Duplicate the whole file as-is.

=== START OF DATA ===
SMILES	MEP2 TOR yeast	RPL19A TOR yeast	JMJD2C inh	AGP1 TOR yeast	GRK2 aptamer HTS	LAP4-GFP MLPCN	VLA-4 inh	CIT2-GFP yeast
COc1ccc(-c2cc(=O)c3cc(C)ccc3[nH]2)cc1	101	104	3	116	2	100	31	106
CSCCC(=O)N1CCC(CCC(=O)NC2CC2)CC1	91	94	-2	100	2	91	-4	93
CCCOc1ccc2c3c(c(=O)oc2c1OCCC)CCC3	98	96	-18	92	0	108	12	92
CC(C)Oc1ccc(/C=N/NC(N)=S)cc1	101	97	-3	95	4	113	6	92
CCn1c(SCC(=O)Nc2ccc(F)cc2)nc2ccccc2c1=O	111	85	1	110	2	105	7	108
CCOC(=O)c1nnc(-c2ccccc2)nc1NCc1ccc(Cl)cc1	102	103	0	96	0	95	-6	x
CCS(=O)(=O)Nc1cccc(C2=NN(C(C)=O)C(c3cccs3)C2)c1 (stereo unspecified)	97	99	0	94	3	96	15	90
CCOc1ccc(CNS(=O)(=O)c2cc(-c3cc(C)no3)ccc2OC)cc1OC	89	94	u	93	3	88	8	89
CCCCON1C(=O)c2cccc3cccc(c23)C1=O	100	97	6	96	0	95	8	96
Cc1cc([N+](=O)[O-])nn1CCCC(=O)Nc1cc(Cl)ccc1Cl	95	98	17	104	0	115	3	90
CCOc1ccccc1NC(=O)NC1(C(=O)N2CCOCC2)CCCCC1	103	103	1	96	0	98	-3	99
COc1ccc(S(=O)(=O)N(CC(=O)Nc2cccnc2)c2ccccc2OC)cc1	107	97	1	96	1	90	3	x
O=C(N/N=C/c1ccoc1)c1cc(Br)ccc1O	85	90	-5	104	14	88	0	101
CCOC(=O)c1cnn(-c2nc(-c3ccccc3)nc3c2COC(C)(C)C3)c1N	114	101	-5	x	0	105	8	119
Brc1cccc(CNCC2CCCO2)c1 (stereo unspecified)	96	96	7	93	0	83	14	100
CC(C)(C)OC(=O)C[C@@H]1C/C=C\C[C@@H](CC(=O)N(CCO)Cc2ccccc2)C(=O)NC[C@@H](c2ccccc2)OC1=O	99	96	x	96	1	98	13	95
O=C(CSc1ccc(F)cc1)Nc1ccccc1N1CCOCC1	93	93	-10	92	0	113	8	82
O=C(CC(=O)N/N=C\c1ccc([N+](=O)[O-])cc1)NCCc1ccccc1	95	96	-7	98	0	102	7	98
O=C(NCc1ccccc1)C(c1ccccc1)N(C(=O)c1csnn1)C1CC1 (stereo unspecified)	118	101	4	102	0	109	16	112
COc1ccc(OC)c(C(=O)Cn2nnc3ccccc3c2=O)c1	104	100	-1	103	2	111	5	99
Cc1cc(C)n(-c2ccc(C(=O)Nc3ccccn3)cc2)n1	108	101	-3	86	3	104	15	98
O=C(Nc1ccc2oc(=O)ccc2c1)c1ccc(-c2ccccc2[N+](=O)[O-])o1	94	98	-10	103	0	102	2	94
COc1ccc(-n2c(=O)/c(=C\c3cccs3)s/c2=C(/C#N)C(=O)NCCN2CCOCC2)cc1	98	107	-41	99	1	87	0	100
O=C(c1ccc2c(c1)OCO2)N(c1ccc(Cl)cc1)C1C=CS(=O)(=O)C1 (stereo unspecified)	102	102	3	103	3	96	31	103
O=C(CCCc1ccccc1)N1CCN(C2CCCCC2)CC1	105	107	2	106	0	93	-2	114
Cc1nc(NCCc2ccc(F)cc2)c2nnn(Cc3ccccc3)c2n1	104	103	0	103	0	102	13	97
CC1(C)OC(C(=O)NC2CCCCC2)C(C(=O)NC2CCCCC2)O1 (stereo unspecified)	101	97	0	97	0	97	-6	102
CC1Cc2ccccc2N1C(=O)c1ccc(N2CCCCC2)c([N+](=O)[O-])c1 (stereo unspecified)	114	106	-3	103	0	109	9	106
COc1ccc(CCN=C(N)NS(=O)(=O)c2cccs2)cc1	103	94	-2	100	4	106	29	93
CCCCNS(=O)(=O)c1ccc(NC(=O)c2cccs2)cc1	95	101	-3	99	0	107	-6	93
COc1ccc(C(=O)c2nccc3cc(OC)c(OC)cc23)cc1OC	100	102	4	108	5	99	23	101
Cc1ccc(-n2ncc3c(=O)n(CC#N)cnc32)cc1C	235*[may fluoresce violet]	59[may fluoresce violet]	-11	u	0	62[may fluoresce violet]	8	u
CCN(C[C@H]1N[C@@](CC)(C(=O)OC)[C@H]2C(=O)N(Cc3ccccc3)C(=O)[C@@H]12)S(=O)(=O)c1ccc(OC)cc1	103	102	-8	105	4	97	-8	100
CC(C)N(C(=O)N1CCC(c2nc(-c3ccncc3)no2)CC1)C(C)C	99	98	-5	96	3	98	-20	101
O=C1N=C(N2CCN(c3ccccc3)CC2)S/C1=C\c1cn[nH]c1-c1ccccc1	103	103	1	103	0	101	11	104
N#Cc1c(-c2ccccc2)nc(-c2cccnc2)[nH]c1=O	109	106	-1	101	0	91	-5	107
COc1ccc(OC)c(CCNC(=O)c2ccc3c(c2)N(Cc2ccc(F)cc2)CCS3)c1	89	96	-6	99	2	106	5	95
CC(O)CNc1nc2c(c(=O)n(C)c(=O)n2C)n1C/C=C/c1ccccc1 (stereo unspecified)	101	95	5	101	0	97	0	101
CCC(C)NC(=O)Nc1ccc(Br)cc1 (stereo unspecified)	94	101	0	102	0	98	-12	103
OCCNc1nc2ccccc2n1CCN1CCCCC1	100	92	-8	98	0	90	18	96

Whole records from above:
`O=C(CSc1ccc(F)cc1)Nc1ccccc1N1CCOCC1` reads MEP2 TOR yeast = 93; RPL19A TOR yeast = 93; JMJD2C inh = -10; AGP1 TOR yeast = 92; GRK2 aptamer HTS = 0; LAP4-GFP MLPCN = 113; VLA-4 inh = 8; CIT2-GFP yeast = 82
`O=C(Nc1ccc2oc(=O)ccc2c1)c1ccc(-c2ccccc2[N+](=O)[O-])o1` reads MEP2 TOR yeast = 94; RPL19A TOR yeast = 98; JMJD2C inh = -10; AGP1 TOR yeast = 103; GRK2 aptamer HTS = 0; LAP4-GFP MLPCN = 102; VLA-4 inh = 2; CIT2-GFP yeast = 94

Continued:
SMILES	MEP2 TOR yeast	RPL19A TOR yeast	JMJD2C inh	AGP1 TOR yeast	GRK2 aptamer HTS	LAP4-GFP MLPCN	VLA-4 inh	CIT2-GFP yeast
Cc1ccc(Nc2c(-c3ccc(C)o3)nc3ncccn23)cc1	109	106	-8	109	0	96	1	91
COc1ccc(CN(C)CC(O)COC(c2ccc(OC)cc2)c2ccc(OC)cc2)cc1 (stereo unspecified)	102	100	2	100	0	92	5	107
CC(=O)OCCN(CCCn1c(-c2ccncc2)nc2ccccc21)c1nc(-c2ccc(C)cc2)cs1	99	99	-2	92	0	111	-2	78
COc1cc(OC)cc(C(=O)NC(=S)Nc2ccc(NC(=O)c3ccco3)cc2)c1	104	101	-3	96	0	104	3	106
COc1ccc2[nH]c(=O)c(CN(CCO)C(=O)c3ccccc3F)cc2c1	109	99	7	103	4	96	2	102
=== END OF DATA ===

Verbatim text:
SMILES	MEP2 TOR yeast	RPL19A TOR yeast	JMJD2C inh	AGP1 TOR yeast	GRK2 aptamer HTS	LAP4-GFP MLPCN	VLA-4 inh	CIT2-GFP yeast
COc1ccc(-c2cc(=O)c3cc(C)ccc3[nH]2)cc1	101	104	3	116	2	100	31	106
CSCCC(=O)N1CCC(CCC(=O)NC2CC2)CC1	91	94	-2	100	2	91	-4	93
CCCOc1ccc2c3c(c(=O)oc2c1OCCC)CCC3	98	96	-18	92	0	108	12	92
CC(C)Oc1ccc(/C=N/NC(N)=S)cc1	101	97	-3	95	4	113	6	92
CCn1c(SCC(=O)Nc2ccc(F)cc2)nc2ccccc2c1=O	111	85	1	110	2	105	7	108
CCOC(=O)c1nnc(-c2ccccc2)nc1NCc1ccc(Cl)cc1	102	103	0	96	0	95	-6	x
CCS(=O)(=O)Nc1cccc(C2=NN(C(C)=O)C(c3cccs3)C2)c1 (stereo unspecified)	97	99	0	94	3	96	15	90
CCOc1ccc(CNS(=O)(=O)c2cc(-c3cc(C)no3)ccc2OC)cc1OC	89	94	u	93	3	88	8	89
CCCCON1C(=O)c2cccc3cccc(c23)C1=O	100	97	6	96	0	95	8	96
Cc1cc([N+](=O)[O-])nn1CCCC(=O)Nc1cc(Cl)ccc1Cl	95	98	17	104	0	115	3	90
CCOc1ccccc1NC(=O)NC1(C(=O)N2CCOCC2)CCCCC1	103	103	1	96	0	98	-3	99
COc1ccc(S(=O)(=O)N(CC(=O)Nc2cccnc2)c2ccccc2OC)cc1	107	97	1	96	1	90	3	x
O=C(N/N=C/c1ccoc1)c1cc(Br)ccc1O	85	90	-5	104	14	88	0	101
CCOC(=O)c1cnn(-c2nc(-c3ccccc3)nc3c2COC(C)(C)C3)c1N	114	101	-5	x	0	105	8	119
Brc1cccc(CNCC2CCCO2)c1 (stereo unspecified)	96	96	7	93	0	83	14	100
CC(C)(C)OC(=O)C[C@@H]1C/C=C\C[C@@H](CC(=O)N(CCO)Cc2ccccc2)C(=O)NC[C@@H](c2ccccc2)OC1=O	99	96	x	96	1	98	13	95
O=C(CSc1ccc(F)cc1)Nc1ccccc1N1CCOCC1	93	93	-10	92	0	113	8	82
O=C(CC(=O)N/N=C\c1ccc([N+](=O)[O-])cc1)NCCc1ccccc1	95	96	-7	98	0	102	7	98
O=C(NCc1ccccc1)C(c1ccccc1)N(C(=O)c1csnn1)C1CC1 (stereo unspecified)	118	101	4	102	0	109	16	112
COc1ccc(OC)c(C(=O)Cn2nnc3ccccc3c2=O)c1	104	100	-1	103	2	111	5	99
Cc1cc(C)n(-c2ccc(C(=O)Nc3ccccn3)cc2)n1	108	101	-3	86	3	104	15	98
O=C(Nc1ccc2oc(=O)ccc2c1)c1ccc(-c2ccccc2[N+](=O)[O-])o1	94	98	-10	103	0	102	2	94
COc1ccc(-n2c(=O)/c(=C\c3cccs3)s/c2=C(/C#N)C(=O)NCCN2CCOCC2)cc1	98	107	-41	99	1	87	0	100
O=C(c1ccc2c(c1)OCO2)N(c1ccc(Cl)cc1)C1C=CS(=O)(=O)C1 (stereo unspecified)	102	102	3	103	3	96	31	103
O=C(CCCc1ccccc1)N1CCN(C2CCCCC2)CC1	105	107	2	106	0	93	-2	114
Cc1nc(NCCc2ccc(F)cc2)c2nnn(Cc3ccccc3)c2n1	104	103	0	103	0	102	13	97
CC1(C)OC(C(=O)NC2CCCCC2)C(C(=O)NC2CCCCC2)O1 (stereo unspecified)	101	97	0	97	0	97	-6	102
CC1Cc2ccccc2N1C(=O)c1ccc(N2CCCCC2)c([N+](=O)[O-])c1 (stereo unspecified)	114	106	-3	103	0	109	9	106
COc1ccc(CCN=C(N)NS(=O)(=O)c2cccs2)cc1	103	94	-2	100	4	106	29	93
CCCCNS(=O)(=O)c1ccc(NC(=O)c2cccs2)cc1	95	101	-3	99	0	107	-6	93
COc1ccc(C(=O)c2nccc3cc(OC)c(OC)cc23)cc1OC	100	102	4	108	5	99	23	101
Cc1ccc(-n2ncc3c(=O)n(CC#N)cnc32)cc1C	235*[may fluoresce violet]	59[may fluoresce violet]	-11	u	0	62[may fluoresce violet]	8	u
CCN(C[C@H]1N[C@@](CC)(C(=O)OC)[C@H]2C(=O)N(Cc3ccccc3)C(=O)[C@@H]12)S(=O)(=O)c1ccc(OC)cc1	103	102	-8	105	4	97	-8	100
CC(C)N(C(=O)N1CCC(c2nc(-c3ccncc3)no2)CC1)C(C)C	99	98	-5	96	3	98	-20	101
O=C1N=C(N2CCN(c3ccccc3)CC2)S/C1=C\c1cn[nH]c1-c1ccccc1	103	103	1	103	0	101	11	104
N#Cc1c(-c2ccccc2)nc(-c2cccnc2)[nH]c1=O	109	106	-1	101	0	91	-5	107
COc1ccc(OC)c(CCNC(=O)c2ccc3c(c2)N(Cc2ccc(F)cc2)CCS3)c1	89	96	-6	99	2	106	5	95
CC(O)CNc1nc2c(c(=O)n(C)c(=O)n2C)n1C/C=C/c1ccccc1 (stereo unspecified)	101	95	5	101	0	97	0	101
CCC(C)NC(=O)Nc1ccc(Br)cc1 (stereo unspecified)	94	101	0	102	0	98	-12	103
OCCNc1nc2ccccc2n1CCN1CCCCC1	100	92	-8	98	0	90	18	96

Whole records from above:
`O=C(CSc1ccc(F)cc1)Nc1ccccc1N1CCOCC1` reads MEP2 TOR yeast = 93; RPL19A TOR yeast = 93; JMJD2C inh = -10; AGP1 TOR yeast = 92; GRK2 aptamer HTS = 0; LAP4-GFP MLPCN = 113; VLA-4 inh = 8; CIT2-GFP yeast = 82
`O=C(Nc1ccc2oc(=O)ccc2c1)c1ccc(-c2ccccc2[N+](=O)[O-])o1` reads MEP2 TOR yeast = 94; RPL19A TOR yeast = 98; JMJD2C inh = -10; AGP1 TOR yeast = 103; GRK2 aptamer HTS = 0; LAP4-GFP MLPCN = 102; VLA-4 inh = 2; CIT2-GFP yeast = 94

Continued:
SMILES	MEP2 TOR yeast	RPL19A TOR yeast	JMJD2C inh	AGP1 TOR yeast	GRK2 aptamer HTS	LAP4-GFP MLPCN	VLA-4 inh	CIT2-GFP yeast
Cc1ccc(Nc2c(-c3ccc(C)o3)nc3ncccn23)cc1	109	106	-8	109	0	96	1	91
COc1ccc(CN(C)CC(O)COC(c2ccc(OC)cc2)c2ccc(OC)cc2)cc1 (stereo unspecified)	102	100	2	100	0	92	5	107
CC(=O)OCCN(CCCn1c(-c2ccncc2)nc2ccccc21)c1nc(-c2ccc(C)cc2)cs1	99	99	-2	92	0	111	-2	78
COc1cc(OC)cc(C(=O)NC(=S)Nc2ccc(NC(=O)c3ccco3)cc2)c1	104	101	-3	96	0	104	3	106
COc1ccc2[nH]c(=O)c(CN(CCO)C(=O)c3ccccc3F)cc2c1	109	99	7	103	4	96	2	102